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Friday, December 31, 2010

Why Traditional Product Concept Testing Doesn’t Work.

Say that you have an idea for a new consumer product or service. It could be an improvement to existing one, a breakthrough new idea altogether or one that occupies a growing niche. You are excited and sure that others will be too. But how do you know if your idea is a good one? Do you know it’s good? Do you just think it’s good? Do you just think you know it’s good?

There are over 25000 new consumer products introduced every year. Almost half fail or disappoint at launch and only a few survive a few seasons. Only about 1 idea in 7is a good idea to begin with and that one idea can get ruined by a poor execution.

The worst mistake a product manager or developer can make is to do no market research at all. The second worst is to do incomplete or self-serving market analysis. But between the two, nearly 75% of product launches come to market anyway, usually with poor results.

The third worst move is to conduct research at the concept level.

Concepts are little more than ideas posing as a commercial product offering. The idea of a cola with just 60 calories may be a great idea. The reality of a cola with 60 calories sweetened with saccharine and recycled high-fructose corn syrup, available in a 12 oz. lead-lined steel can and selling warm for $1.49 each at flea markets is terrible idea. One is the concept of a reduced calorie cola; the other is as it would reach the market as an execution of the idea at the SKU (Stock Keeping Unit) level.

Details matter. Details define a product much more than the idea behind it.

Nowhere in the go-to-market value chain does anyone manufacture, distribute sell or buy a concept. It is all done at the SKU level, item-by-item. The sooner a product developer articulates an idea as it would realistically appear in the market, as a SKU, the faster and more productive will be its development and execution.

Yet traditional concept testing continues unabated and methods virtually unchanged for decades. Results continue to disappoint and little progress is made. Most concepts are fuzzy ideas at best, and typically ignore critical information concerning the product as it must appear in the real world. Incredibly, many concept tests for food or beverages do not include prices, contents, nutrition facts, ingredient statements or directions for use. Results are interpreted in comparison to the results of previously conducted tests, just as shoddily composed.

In the end, the market decides which concepts succeed and which fail once expressed, by necessity, as finished SKUs.

Product managers will be wise to consider that endpoint, and test with fully articulated SKUs, to align development inputs with executional outputs from the start.

Details matter.

Thursday, September 9, 2010

Concept Testing now just $2900 complete


> Test US market demand for your products & ideas
> Score your retail sales potential
> Identify your best channels & consumers
> Get diagnostics and marketing guidance
> Easy to use and understand
> Fast & affordable


New Product Launches Business Plans & Financing Find Your Best Consumers Seasonal Marketing Category Reviews Pricing Strategies Competitor Benchmarking Channel Strategies Package Design Line Extensions Package Promotions SKU Rationalization Target Markets Brand Positioning Ad Claims Risk Management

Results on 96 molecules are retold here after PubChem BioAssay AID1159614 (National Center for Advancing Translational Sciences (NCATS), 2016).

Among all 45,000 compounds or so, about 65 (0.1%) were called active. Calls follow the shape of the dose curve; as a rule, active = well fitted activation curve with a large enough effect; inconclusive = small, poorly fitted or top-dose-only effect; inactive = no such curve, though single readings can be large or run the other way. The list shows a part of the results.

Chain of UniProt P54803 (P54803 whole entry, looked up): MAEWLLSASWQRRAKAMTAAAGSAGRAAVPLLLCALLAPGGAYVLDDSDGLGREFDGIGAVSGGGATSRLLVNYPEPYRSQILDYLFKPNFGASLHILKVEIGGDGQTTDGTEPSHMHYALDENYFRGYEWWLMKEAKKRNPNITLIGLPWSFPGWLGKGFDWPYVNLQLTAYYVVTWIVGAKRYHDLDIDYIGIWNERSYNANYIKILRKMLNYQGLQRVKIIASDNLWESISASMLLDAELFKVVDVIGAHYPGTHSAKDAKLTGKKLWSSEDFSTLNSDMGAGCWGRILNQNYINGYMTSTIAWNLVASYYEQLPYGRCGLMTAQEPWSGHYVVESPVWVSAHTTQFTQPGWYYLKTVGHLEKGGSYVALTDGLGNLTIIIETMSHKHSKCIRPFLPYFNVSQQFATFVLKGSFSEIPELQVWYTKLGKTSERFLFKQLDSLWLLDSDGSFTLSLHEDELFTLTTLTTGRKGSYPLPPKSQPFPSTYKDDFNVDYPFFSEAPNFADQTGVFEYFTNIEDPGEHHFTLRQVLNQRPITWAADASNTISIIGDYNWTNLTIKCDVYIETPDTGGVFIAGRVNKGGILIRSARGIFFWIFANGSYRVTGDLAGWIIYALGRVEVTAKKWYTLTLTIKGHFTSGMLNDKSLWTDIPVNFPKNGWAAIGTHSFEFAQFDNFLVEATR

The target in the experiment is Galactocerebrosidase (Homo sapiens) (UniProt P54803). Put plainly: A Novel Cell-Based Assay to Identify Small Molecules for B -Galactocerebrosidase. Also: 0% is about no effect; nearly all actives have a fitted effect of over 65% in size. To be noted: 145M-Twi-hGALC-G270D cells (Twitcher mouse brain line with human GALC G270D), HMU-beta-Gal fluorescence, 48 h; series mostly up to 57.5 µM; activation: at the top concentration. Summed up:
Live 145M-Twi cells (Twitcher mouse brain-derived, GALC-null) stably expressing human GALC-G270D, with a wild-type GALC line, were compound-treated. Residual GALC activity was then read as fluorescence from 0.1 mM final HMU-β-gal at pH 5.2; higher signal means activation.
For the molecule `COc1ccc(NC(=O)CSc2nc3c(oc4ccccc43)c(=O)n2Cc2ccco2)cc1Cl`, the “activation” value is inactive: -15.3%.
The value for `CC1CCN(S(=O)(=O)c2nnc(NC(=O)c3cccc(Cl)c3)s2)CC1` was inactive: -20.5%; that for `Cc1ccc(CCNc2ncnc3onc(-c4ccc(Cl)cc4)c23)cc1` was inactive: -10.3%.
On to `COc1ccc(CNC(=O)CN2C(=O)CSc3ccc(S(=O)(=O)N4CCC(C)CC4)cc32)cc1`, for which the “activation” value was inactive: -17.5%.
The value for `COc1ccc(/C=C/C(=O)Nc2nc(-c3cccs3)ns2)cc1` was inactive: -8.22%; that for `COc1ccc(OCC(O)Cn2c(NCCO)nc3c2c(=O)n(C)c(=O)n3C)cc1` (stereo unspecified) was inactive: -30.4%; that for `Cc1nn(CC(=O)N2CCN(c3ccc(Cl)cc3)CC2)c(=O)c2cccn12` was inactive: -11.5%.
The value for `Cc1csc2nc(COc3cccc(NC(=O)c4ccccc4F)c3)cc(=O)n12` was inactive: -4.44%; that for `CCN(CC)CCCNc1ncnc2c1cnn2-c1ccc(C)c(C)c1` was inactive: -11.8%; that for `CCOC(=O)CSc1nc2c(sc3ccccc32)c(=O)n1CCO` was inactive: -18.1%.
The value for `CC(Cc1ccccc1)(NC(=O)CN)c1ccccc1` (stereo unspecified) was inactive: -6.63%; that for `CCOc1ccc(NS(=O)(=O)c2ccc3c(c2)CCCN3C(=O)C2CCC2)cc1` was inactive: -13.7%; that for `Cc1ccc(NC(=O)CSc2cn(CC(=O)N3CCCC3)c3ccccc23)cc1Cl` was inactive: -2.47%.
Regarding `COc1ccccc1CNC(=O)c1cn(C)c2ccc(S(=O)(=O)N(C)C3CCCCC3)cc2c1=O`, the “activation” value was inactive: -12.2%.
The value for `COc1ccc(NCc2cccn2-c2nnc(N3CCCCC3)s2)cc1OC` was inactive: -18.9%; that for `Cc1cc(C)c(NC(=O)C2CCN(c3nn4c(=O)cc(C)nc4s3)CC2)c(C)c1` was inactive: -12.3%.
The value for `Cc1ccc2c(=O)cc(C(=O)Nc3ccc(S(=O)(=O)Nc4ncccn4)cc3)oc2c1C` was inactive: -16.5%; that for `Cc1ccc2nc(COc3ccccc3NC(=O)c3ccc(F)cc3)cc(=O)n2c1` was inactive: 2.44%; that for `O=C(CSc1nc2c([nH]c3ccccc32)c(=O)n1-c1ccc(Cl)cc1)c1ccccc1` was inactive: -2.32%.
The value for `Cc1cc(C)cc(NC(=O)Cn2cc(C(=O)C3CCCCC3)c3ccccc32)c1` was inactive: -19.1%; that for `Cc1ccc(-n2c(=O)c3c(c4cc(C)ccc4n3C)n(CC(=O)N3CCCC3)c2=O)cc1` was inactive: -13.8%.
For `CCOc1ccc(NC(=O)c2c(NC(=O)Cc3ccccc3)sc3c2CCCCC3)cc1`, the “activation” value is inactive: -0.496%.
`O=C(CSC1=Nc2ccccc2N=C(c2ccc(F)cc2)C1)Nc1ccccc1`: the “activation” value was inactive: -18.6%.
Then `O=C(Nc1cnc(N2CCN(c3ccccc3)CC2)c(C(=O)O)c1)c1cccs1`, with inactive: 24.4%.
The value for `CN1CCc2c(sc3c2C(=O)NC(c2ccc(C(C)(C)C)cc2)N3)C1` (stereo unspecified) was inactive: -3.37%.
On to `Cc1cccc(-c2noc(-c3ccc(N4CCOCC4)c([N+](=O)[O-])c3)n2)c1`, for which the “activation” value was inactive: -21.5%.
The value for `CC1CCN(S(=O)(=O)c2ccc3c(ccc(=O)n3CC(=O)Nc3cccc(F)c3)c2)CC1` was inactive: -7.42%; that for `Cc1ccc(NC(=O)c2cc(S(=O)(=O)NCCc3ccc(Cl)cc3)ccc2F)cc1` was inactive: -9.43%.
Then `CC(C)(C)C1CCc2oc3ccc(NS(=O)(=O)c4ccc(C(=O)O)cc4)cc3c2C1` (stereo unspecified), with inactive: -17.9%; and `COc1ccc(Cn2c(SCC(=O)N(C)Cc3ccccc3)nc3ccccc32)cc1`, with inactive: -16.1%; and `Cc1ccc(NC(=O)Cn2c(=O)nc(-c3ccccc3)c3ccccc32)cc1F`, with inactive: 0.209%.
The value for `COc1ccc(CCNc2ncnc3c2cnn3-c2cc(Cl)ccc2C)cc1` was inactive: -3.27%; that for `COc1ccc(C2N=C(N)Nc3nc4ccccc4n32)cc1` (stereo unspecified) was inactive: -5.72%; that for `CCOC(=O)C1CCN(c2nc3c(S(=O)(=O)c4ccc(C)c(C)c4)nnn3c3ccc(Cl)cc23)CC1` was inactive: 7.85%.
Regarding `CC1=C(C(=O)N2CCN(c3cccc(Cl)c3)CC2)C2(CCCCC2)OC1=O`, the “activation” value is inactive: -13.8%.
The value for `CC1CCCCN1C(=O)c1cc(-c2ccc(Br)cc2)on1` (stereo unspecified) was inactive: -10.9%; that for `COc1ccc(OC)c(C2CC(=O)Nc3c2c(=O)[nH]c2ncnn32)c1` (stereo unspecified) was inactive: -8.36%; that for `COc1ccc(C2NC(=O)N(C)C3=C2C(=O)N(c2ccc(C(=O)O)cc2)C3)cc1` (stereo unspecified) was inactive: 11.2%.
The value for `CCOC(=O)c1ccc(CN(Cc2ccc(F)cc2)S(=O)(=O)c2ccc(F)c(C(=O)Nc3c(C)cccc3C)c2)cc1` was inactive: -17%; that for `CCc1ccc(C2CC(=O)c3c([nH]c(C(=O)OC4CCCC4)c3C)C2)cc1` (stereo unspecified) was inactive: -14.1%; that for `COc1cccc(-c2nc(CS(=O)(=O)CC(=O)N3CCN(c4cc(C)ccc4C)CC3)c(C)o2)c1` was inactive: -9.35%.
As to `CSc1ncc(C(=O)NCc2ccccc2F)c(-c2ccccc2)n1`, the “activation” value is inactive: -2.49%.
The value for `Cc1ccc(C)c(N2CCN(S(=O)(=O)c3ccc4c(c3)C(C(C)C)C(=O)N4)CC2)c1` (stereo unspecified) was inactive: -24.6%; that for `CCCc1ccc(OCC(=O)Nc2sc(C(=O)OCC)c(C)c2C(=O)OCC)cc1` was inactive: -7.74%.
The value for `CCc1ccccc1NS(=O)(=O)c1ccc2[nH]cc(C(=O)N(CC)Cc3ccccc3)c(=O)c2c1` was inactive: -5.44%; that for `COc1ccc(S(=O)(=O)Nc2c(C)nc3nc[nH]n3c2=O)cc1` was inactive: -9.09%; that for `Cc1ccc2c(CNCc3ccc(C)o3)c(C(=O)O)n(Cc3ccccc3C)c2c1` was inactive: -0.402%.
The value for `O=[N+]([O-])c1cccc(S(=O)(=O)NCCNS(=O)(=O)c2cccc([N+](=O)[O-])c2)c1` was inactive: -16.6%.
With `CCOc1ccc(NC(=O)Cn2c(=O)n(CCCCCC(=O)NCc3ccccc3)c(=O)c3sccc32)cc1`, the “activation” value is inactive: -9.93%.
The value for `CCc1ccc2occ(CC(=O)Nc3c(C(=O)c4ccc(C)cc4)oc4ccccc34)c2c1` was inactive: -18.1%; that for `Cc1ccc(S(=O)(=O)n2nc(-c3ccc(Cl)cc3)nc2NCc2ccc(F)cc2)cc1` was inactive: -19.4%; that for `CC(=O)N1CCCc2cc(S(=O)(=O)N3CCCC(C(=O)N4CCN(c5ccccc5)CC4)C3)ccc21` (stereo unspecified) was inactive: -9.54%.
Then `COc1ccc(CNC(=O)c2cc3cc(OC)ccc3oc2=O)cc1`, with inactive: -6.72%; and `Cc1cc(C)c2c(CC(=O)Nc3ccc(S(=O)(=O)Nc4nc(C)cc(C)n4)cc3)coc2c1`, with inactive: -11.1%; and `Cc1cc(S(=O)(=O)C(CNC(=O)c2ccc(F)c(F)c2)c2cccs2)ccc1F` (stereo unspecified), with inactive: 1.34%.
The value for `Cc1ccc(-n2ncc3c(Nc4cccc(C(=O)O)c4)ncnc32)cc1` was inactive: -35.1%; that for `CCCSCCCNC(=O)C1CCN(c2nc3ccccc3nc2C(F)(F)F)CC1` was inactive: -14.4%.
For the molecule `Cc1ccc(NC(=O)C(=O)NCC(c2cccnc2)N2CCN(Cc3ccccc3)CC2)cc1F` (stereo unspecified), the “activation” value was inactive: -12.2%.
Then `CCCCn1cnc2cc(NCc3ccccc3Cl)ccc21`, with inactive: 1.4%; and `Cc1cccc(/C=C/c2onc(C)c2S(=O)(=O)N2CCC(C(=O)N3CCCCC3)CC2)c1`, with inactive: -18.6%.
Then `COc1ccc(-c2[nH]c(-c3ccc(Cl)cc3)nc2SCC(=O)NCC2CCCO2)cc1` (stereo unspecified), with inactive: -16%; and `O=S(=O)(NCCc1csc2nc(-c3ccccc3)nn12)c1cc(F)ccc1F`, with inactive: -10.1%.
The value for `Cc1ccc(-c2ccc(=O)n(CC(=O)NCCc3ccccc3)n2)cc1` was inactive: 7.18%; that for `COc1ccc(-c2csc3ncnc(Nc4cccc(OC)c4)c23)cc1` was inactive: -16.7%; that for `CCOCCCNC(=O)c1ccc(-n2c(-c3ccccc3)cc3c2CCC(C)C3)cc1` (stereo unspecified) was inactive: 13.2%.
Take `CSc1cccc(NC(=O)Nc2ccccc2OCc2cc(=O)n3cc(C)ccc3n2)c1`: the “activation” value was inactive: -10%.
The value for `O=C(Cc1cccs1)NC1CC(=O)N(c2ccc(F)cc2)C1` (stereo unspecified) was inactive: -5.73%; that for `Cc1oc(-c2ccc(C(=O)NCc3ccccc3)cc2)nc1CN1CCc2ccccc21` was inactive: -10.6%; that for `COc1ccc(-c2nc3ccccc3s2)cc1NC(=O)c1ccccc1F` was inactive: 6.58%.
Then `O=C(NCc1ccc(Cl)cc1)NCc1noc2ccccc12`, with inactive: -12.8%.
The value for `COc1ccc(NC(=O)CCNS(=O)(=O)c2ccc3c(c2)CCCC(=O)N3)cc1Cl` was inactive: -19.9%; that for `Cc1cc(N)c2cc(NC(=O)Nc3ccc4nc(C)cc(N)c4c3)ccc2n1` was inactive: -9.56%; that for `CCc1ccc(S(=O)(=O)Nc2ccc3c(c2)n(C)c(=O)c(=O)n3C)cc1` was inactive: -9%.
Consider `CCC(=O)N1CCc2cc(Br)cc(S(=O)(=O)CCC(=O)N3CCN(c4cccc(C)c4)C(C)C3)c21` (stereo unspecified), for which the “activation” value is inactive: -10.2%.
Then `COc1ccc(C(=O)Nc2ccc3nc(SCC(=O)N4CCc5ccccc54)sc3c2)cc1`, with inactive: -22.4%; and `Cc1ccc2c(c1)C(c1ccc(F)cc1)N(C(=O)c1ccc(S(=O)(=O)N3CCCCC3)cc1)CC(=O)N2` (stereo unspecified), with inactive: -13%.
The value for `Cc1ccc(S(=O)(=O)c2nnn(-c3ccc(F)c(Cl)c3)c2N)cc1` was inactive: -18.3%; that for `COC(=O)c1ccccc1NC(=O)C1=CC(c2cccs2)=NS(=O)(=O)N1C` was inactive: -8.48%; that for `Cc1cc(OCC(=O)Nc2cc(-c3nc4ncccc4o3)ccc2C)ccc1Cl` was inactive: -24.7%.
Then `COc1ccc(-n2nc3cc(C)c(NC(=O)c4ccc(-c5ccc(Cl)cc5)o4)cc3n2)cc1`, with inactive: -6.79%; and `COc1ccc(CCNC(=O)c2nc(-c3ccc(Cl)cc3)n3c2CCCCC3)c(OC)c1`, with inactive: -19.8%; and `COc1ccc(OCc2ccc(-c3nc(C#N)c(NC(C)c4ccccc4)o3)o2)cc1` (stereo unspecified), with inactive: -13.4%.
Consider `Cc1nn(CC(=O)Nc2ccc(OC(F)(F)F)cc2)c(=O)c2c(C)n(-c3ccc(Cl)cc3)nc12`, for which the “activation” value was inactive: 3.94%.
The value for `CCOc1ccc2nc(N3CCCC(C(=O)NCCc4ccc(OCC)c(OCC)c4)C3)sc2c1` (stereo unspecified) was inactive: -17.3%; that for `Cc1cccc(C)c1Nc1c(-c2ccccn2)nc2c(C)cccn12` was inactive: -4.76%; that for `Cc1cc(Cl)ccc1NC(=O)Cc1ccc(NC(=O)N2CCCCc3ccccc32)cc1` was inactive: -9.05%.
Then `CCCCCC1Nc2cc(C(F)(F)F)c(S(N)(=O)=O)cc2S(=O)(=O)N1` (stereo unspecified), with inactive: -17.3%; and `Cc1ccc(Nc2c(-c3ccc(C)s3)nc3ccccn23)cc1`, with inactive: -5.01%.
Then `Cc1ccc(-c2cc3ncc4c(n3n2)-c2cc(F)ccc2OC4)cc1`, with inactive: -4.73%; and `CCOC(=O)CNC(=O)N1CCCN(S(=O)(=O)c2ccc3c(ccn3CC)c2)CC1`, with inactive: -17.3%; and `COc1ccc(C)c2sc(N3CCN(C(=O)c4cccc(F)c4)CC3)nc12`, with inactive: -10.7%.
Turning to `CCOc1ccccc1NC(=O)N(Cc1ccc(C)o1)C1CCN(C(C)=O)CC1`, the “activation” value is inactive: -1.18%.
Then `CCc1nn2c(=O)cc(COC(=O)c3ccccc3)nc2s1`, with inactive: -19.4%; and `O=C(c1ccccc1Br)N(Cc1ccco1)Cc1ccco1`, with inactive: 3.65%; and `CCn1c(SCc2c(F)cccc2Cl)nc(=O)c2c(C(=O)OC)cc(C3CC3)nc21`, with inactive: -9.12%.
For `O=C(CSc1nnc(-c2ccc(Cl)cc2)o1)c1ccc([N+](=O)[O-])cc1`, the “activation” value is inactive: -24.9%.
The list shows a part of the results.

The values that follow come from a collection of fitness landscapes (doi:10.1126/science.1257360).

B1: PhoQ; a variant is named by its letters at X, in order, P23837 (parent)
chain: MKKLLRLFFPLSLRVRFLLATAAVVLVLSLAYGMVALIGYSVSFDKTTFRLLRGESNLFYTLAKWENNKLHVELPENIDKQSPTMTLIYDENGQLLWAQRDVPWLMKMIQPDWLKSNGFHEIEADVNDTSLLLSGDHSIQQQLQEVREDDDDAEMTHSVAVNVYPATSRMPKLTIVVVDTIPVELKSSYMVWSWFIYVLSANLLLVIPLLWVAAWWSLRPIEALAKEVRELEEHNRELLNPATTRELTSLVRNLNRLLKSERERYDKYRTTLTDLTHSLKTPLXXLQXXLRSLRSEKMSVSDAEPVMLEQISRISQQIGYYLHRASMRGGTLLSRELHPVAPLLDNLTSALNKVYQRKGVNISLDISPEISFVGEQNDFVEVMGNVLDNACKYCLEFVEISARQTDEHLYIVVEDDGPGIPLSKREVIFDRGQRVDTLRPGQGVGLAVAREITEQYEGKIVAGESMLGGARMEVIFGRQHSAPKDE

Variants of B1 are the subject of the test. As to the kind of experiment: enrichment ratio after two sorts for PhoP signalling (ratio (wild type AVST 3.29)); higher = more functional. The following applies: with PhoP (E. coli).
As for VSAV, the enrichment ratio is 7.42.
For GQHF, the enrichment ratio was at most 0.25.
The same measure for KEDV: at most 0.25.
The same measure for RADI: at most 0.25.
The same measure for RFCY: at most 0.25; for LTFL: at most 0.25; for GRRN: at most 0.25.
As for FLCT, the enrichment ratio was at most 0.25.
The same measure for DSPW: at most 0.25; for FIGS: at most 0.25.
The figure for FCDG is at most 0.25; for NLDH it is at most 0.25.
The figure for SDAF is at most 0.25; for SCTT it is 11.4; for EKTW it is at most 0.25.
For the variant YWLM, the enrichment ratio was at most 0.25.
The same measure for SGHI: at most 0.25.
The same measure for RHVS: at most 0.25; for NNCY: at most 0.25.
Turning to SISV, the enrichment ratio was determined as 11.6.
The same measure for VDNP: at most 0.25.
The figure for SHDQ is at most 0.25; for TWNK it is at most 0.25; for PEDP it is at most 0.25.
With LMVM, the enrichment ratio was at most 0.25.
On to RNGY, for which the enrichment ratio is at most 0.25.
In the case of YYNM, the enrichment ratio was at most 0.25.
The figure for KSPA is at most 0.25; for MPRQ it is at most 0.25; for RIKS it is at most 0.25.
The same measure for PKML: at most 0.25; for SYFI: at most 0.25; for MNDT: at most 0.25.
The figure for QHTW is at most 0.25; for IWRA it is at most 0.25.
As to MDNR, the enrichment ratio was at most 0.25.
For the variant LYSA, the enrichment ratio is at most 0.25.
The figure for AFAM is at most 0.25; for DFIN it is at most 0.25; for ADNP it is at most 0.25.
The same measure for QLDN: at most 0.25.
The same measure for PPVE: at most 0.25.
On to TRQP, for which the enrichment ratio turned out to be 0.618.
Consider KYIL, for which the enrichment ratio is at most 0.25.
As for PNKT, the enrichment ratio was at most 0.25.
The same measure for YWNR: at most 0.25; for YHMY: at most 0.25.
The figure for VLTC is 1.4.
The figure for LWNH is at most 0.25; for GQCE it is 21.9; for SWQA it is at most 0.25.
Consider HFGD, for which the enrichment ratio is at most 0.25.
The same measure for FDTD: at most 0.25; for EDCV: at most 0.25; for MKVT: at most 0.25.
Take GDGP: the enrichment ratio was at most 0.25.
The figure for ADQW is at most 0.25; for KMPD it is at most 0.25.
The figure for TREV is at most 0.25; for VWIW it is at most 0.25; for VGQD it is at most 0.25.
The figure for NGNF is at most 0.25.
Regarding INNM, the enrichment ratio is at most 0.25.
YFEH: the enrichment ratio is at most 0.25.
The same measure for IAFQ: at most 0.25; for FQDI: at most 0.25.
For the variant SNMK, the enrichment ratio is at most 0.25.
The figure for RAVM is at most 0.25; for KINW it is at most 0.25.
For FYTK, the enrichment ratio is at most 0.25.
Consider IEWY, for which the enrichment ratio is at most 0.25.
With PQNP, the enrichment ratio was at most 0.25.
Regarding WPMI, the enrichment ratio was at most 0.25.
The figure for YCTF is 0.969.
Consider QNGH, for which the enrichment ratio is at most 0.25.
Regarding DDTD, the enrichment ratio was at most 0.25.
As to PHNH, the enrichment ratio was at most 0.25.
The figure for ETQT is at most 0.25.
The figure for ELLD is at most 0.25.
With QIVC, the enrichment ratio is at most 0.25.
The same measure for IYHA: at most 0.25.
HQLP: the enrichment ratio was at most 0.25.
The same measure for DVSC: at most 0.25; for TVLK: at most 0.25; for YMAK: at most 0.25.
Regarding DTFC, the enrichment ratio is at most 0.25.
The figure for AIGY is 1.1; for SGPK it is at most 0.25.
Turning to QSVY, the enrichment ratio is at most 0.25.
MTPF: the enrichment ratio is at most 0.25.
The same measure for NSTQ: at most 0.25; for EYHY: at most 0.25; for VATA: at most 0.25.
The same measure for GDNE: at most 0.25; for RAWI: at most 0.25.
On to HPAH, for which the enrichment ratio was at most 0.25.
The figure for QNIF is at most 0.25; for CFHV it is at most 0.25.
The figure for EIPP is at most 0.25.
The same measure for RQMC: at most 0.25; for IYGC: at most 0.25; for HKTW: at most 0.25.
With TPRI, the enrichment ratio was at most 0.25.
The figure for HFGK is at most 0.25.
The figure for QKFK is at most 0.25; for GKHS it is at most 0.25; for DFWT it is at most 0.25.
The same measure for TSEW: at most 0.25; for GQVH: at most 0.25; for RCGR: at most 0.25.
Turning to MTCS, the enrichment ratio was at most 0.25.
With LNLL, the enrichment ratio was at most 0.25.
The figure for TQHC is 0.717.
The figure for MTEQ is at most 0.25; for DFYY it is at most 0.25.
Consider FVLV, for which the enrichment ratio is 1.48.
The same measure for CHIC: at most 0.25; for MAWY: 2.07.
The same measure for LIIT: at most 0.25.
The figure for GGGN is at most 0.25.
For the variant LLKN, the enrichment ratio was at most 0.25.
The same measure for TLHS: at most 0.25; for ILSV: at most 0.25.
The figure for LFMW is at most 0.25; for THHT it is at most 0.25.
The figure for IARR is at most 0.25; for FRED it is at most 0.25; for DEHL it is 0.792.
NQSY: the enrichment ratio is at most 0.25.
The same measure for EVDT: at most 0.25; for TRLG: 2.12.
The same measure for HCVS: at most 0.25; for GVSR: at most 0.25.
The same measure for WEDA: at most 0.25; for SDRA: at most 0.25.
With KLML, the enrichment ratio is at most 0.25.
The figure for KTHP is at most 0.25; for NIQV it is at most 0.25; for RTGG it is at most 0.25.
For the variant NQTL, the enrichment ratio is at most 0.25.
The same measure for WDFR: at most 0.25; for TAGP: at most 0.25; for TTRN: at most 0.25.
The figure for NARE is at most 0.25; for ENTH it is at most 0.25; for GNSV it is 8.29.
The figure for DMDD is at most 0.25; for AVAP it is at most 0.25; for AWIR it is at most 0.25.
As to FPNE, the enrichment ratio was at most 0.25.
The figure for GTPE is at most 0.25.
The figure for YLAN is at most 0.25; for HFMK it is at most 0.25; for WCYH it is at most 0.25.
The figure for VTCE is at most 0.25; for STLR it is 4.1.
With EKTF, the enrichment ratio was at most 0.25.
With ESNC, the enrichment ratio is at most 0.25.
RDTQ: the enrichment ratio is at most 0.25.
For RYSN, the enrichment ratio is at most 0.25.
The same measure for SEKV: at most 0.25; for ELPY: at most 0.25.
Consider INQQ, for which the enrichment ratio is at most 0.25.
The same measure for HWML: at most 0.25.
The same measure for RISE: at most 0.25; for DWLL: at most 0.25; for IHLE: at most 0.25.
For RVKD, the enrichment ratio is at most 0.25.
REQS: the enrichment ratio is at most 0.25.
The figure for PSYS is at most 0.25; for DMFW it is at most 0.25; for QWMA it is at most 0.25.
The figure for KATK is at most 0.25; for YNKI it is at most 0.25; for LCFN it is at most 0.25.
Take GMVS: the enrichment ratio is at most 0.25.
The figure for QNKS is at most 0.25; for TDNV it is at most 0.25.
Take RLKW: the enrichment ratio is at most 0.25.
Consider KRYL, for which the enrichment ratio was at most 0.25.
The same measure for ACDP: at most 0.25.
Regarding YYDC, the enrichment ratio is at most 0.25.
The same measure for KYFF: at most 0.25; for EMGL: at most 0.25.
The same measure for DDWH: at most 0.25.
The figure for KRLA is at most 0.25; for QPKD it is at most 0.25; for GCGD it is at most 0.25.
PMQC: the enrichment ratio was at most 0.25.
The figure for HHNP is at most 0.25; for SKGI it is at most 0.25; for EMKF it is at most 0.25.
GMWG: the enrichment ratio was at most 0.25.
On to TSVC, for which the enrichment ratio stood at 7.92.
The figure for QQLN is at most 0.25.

Developed by a team of consumer marketing and marketing research experts, Skuuber allows entrepreneurs and small business unprecedented ability to gain sophisticated consumer demand modeling and diagnostics previously used by only the biggest companies.

What you'll learn will blow you away.

You'll get strategic market insight that will improve your chances for success sevenfold. You'll find your best markets and how to best to tap them. You'll understand pricing, messaging, value, uniqueness and sales potential better than ever to give you the competitive edge you need and deserve.

Don't leave this to chance or try to launch, then learn in the market. It's dangerous and expensive. The more you know, the less you'll need.

Thursday, May 27, 2010

What's your Skuuber Score?

Your Skuuber Score™ is a powerful indication of net retail sales potential for your product.

It is based upon a combination of survey research, database category usage norms and predictive modeling using our proprietary algorithms.

A Skuuber Score™ of 837, in this example, means that the potential exists for $837 of net retail dollar sales of your product for every 1000 US consumers. Keep in mind that this is an indication of potential and not a sales forecast as such.

Actual, in-market performance is the result of distribution, merchandising, consumer awareness, actual trial and consumer satisfaction, competitive activity, marketing and promotion plans and a host of similar variables.

Things that affect a Skuuber Score™ include the following:

· Uniqueness and value
· Trial intent and repeat norms
· Category size and usage
· Purchase frequency norms

Products that compete in large, frequently purchased categories will tend towards high Skuuber Scores, while specialty items in small or seasonal categories will score lower. Therefore, category size is an important consideration in determining the potential of a new business opportunity.

Skuuber Scores have ranged from 255 - 1258; from niche players to products with true blockbuster potential.

How will your items perform? Are your investments sized according to market potential?

Making consumers fully aware of your product and achieving meaningful distribution to them is an enormous challenge. It is assumed that your product lives up to expectations and that it will generate repeat purchases from those trying it. It takes a lot of work and investment for products to become successful and to reach their potential.